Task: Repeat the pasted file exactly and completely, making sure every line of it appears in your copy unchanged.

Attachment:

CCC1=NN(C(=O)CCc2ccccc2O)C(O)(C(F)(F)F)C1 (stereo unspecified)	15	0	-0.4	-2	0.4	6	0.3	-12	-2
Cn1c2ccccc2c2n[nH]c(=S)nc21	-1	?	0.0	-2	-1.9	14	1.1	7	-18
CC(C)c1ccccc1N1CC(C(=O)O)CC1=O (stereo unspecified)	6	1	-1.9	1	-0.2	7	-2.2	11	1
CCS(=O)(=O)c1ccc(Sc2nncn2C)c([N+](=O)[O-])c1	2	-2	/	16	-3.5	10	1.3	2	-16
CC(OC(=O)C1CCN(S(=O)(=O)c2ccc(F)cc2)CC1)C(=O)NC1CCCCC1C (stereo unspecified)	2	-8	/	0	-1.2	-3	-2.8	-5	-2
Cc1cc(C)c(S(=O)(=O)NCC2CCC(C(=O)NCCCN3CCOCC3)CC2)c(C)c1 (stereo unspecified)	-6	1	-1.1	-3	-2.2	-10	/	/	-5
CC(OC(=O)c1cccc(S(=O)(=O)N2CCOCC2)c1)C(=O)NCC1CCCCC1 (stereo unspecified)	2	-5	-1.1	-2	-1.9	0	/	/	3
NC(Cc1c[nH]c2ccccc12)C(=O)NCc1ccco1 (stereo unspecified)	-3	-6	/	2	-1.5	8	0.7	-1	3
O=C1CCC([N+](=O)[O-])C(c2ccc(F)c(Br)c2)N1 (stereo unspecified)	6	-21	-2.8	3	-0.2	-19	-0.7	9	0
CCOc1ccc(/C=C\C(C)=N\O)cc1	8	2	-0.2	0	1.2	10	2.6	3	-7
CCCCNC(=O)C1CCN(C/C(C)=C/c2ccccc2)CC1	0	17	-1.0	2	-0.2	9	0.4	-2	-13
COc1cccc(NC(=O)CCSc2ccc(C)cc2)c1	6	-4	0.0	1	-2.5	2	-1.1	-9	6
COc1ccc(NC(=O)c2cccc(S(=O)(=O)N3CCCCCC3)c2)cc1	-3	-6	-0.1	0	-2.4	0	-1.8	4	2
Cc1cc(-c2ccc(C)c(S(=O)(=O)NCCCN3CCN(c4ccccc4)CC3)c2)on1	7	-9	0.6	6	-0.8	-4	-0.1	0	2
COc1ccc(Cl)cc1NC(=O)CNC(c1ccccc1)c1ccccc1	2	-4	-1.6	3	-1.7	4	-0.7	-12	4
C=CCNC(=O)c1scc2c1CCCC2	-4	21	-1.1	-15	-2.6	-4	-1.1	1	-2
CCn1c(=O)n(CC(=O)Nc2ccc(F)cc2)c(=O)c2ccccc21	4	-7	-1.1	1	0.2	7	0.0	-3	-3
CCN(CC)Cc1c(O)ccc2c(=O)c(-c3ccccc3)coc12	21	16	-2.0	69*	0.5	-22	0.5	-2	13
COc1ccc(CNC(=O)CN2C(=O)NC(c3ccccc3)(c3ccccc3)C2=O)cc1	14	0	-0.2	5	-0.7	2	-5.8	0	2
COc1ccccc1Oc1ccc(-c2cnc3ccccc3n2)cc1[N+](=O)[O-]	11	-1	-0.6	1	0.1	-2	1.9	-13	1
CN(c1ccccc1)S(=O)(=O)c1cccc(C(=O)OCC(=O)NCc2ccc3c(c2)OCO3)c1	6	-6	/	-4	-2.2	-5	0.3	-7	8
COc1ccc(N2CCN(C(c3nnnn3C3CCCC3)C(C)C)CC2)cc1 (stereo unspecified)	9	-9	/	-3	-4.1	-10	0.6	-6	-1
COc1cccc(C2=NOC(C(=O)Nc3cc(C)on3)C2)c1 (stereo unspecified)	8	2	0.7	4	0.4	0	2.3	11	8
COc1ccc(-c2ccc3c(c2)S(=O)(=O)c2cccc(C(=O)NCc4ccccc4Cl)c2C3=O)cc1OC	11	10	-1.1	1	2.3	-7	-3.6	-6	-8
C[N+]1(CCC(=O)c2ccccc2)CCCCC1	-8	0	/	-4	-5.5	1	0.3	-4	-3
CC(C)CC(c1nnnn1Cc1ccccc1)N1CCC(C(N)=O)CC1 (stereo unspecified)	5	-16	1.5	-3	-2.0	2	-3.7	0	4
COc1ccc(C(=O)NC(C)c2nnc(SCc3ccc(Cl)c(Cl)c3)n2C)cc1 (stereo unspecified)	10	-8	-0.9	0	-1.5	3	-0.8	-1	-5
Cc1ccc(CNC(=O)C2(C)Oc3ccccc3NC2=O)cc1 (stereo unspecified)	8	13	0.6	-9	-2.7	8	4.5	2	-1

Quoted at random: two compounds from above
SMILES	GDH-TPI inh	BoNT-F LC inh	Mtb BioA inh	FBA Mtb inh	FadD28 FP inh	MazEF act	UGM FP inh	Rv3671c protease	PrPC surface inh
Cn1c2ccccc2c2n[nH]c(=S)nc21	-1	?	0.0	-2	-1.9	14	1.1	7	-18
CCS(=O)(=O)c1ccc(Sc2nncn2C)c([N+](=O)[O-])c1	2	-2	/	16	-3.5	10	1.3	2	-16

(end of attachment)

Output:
CCC1=NN(C(=O)CCc2ccccc2O)C(O)(C(F)(F)F)C1 (stereo unspecified)	15	0	-0.4	-2	0.4	6	0.3	-12	-2
Cn1c2ccccc2c2n[nH]c(=S)nc21	-1	?	0.0	-2	-1.9	14	1.1	7	-18
CC(C)c1ccccc1N1CC(C(=O)O)CC1=O (stereo unspecified)	6	1	-1.9	1	-0.2	7	-2.2	11	1
CCS(=O)(=O)c1ccc(Sc2nncn2C)c([N+](=O)[O-])c1	2	-2	/	16	-3.5	10	1.3	2	-16
CC(OC(=O)C1CCN(S(=O)(=O)c2ccc(F)cc2)CC1)C(=O)NC1CCCCC1C (stereo unspecified)	2	-8	/	0	-1.2	-3	-2.8	-5	-2
Cc1cc(C)c(S(=O)(=O)NCC2CCC(C(=O)NCCCN3CCOCC3)CC2)c(C)c1 (stereo unspecified)	-6	1	-1.1	-3	-2.2	-10	/	/	-5
CC(OC(=O)c1cccc(S(=O)(=O)N2CCOCC2)c1)C(=O)NCC1CCCCC1 (stereo unspecified)	2	-5	-1.1	-2	-1.9	0	/	/	3
NC(Cc1c[nH]c2ccccc12)C(=O)NCc1ccco1 (stereo unspecified)	-3	-6	/	2	-1.5	8	0.7	-1	3
O=C1CCC([N+](=O)[O-])C(c2ccc(F)c(Br)c2)N1 (stereo unspecified)	6	-21	-2.8	3	-0.2	-19	-0.7	9	0
CCOc1ccc(/C=C\C(C)=N\O)cc1	8	2	-0.2	0	1.2	10	2.6	3	-7
CCCCNC(=O)C1CCN(C/C(C)=C/c2ccccc2)CC1	0	17	-1.0	2	-0.2	9	0.4	-2	-13
COc1cccc(NC(=O)CCSc2ccc(C)cc2)c1	6	-4	0.0	1	-2.5	2	-1.1	-9	6
COc1ccc(NC(=O)c2cccc(S(=O)(=O)N3CCCCCC3)c2)cc1	-3	-6	-0.1	0	-2.4	0	-1.8	4	2
Cc1cc(-c2ccc(C)c(S(=O)(=O)NCCCN3CCN(c4ccccc4)CC3)c2)on1	7	-9	0.6	6	-0.8	-4	-0.1	0	2
COc1ccc(Cl)cc1NC(=O)CNC(c1ccccc1)c1ccccc1	2	-4	-1.6	3	-1.7	4	-0.7	-12	4
C=CCNC(=O)c1scc2c1CCCC2	-4	21	-1.1	-15	-2.6	-4	-1.1	1	-2
CCn1c(=O)n(CC(=O)Nc2ccc(F)cc2)c(=O)c2ccccc21	4	-7	-1.1	1	0.2	7	0.0	-3	-3
CCN(CC)Cc1c(O)ccc2c(=O)c(-c3ccccc3)coc12	21	16	-2.0	69*	0.5	-22	0.5	-2	13
COc1ccc(CNC(=O)CN2C(=O)NC(c3ccccc3)(c3ccccc3)C2=O)cc1	14	0	-0.2	5	-0.7	2	-5.8	0	2
COc1ccccc1Oc1ccc(-c2cnc3ccccc3n2)cc1[N+](=O)[O-]	11	-1	-0.6	1	0.1	-2	1.9	-13	1
CN(c1ccccc1)S(=O)(=O)c1cccc(C(=O)OCC(=O)NCc2ccc3c(c2)OCO3)c1	6	-6	/	-4	-2.2	-5	0.3	-7	8
COc1ccc(N2CCN(C(c3nnnn3C3CCCC3)C(C)C)CC2)cc1 (stereo unspecified)	9	-9	/	-3	-4.1	-10	0.6	-6	-1
COc1cccc(C2=NOC(C(=O)Nc3cc(C)on3)C2)c1 (stereo unspecified)	8	2	0.7	4	0.4	0	2.3	11	8
COc1ccc(-c2ccc3c(c2)S(=O)(=O)c2cccc(C(=O)NCc4ccccc4Cl)c2C3=O)cc1OC	11	10	-1.1	1	2.3	-7	-3.6	-6	-8
C[N+]1(CCC(=O)c2ccccc2)CCCCC1	-8	0	/	-4	-5.5	1	0.3	-4	-3
CC(C)CC(c1nnnn1Cc1ccccc1)N1CCC(C(N)=O)CC1 (stereo unspecified)	5	-16	1.5	-3	-2.0	2	-3.7	0	4
COc1ccc(C(=O)NC(C)c2nnc(SCc3ccc(Cl)c(Cl)c3)n2C)cc1 (stereo unspecified)	10	-8	-0.9	0	-1.5	3	-0.8	-1	-5
Cc1ccc(CNC(=O)C2(C)Oc3ccccc3NC2=O)cc1 (stereo unspecified)	8	13	0.6	-9	-2.7	8	4.5	2	-1

Quoted at random: two compounds from above
SMILES	GDH-TPI inh	BoNT-F LC inh	Mtb BioA inh	FBA Mtb inh	FadD28 FP inh	MazEF act	UGM FP inh	Rv3671c protease	PrPC surface inh
Cn1c2ccccc2c2n[nH]c(=S)nc21	-1	?	0.0	-2	-1.9	14	1.1	7	-18
CCS(=O)(=O)c1ccc(Sc2nncn2C)c([N+](=O)[O-])c1	2	-2	/	16	-3.5	10	1.3	2	-16